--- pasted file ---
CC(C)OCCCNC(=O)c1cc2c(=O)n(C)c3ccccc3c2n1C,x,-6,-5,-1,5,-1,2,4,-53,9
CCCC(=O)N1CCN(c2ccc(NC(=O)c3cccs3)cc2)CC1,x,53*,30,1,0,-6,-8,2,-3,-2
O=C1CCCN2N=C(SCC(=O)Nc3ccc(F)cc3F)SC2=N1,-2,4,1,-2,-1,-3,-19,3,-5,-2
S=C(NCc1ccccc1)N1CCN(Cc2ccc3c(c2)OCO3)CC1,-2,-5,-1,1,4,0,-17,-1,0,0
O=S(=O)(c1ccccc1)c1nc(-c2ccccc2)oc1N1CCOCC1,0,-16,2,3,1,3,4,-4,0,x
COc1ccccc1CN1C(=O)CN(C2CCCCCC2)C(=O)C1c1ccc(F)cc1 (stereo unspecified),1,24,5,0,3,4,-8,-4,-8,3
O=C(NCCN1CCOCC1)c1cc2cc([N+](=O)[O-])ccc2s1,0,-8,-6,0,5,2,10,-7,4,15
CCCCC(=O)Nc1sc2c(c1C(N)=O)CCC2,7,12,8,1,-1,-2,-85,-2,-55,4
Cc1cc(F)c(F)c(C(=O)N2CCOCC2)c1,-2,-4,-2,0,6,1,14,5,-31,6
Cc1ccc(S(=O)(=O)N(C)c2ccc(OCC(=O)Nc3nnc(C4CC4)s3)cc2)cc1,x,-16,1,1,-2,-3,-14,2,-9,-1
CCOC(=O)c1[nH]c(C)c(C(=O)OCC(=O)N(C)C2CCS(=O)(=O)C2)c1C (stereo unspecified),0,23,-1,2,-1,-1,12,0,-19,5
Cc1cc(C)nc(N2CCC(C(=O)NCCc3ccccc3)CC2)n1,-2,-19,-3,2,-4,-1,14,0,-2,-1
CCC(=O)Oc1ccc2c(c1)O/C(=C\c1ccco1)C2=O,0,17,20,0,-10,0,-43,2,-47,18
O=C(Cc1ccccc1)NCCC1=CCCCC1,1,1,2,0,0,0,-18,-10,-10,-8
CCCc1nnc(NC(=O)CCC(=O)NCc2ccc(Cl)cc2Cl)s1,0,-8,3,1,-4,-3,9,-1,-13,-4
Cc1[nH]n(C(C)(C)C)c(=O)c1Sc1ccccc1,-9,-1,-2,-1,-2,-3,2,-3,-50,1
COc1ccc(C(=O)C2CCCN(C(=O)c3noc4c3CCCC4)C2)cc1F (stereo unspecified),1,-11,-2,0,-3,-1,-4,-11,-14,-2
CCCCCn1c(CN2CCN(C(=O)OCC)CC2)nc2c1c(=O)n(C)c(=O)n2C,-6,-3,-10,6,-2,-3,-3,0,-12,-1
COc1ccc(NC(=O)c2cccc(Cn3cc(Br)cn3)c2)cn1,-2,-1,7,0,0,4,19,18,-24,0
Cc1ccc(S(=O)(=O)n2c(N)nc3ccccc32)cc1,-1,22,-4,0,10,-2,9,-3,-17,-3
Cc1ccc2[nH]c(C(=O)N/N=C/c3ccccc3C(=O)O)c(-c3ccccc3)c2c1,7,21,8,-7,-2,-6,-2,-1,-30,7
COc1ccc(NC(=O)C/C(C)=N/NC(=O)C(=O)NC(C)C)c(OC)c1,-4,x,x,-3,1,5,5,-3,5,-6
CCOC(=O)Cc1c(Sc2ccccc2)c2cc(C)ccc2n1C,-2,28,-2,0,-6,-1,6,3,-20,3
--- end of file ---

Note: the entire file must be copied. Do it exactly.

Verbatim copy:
CC(C)OCCCNC(=O)c1cc2c(=O)n(C)c3ccccc3c2n1C,x,-6,-5,-1,5,-1,2,4,-53,9
CCCC(=O)N1CCN(c2ccc(NC(=O)c3cccs3)cc2)CC1,x,53*,30,1,0,-6,-8,2,-3,-2
O=C1CCCN2N=C(SCC(=O)Nc3ccc(F)cc3F)SC2=N1,-2,4,1,-2,-1,-3,-19,3,-5,-2
S=C(NCc1ccccc1)N1CCN(Cc2ccc3c(c2)OCO3)CC1,-2,-5,-1,1,4,0,-17,-1,0,0
O=S(=O)(c1ccccc1)c1nc(-c2ccccc2)oc1N1CCOCC1,0,-16,2,3,1,3,4,-4,0,x
COc1ccccc1CN1C(=O)CN(C2CCCCCC2)C(=O)C1c1ccc(F)cc1 (stereo unspecified),1,24,5,0,3,4,-8,-4,-8,3
O=C(NCCN1CCOCC1)c1cc2cc([N+](=O)[O-])ccc2s1,0,-8,-6,0,5,2,10,-7,4,15
CCCCC(=O)Nc1sc2c(c1C(N)=O)CCC2,7,12,8,1,-1,-2,-85,-2,-55,4
Cc1cc(F)c(F)c(C(=O)N2CCOCC2)c1,-2,-4,-2,0,6,1,14,5,-31,6
Cc1ccc(S(=O)(=O)N(C)c2ccc(OCC(=O)Nc3nnc(C4CC4)s3)cc2)cc1,x,-16,1,1,-2,-3,-14,2,-9,-1
CCOC(=O)c1[nH]c(C)c(C(=O)OCC(=O)N(C)C2CCS(=O)(=O)C2)c1C (stereo unspecified),0,23,-1,2,-1,-1,12,0,-19,5
Cc1cc(C)nc(N2CCC(C(=O)NCCc3ccccc3)CC2)n1,-2,-19,-3,2,-4,-1,14,0,-2,-1
CCC(=O)Oc1ccc2c(c1)O/C(=C\c1ccco1)C2=O,0,17,20,0,-10,0,-43,2,-47,18
O=C(Cc1ccccc1)NCCC1=CCCCC1,1,1,2,0,0,0,-18,-10,-10,-8
CCCc1nnc(NC(=O)CCC(=O)NCc2ccc(Cl)cc2Cl)s1,0,-8,3,1,-4,-3,9,-1,-13,-4
Cc1[nH]n(C(C)(C)C)c(=O)c1Sc1ccccc1,-9,-1,-2,-1,-2,-3,2,-3,-50,1
COc1ccc(C(=O)C2CCCN(C(=O)c3noc4c3CCCC4)C2)cc1F (stereo unspecified),1,-11,-2,0,-3,-1,-4,-11,-14,-2
CCCCCn1c(CN2CCN(C(=O)OCC)CC2)nc2c1c(=O)n(C)c(=O)n2C,-6,-3,-10,6,-2,-3,-3,0,-12,-1
COc1ccc(NC(=O)c2cccc(Cn3cc(Br)cn3)c2)cn1,-2,-1,7,0,0,4,19,18,-24,0
Cc1ccc(S(=O)(=O)n2c(N)nc3ccccc32)cc1,-1,22,-4,0,10,-2,9,-3,-17,-3
Cc1ccc2[nH]c(C(=O)N/N=C/c3ccccc3C(=O)O)c(-c3ccccc3)c2c1,7,21,8,-7,-2,-6,-2,-1,-30,7
COc1ccc(NC(=O)C/C(C)=N/NC(=O)C(=O)NC(C)C)c(OC)c1,-4,x,x,-3,1,5,5,-3,5,-6
CCOC(=O)Cc1c(Sc2ccccc2)c2cc(C)ccc2n1C,-2,28,-2,0,-6,-1,6,3,-20,3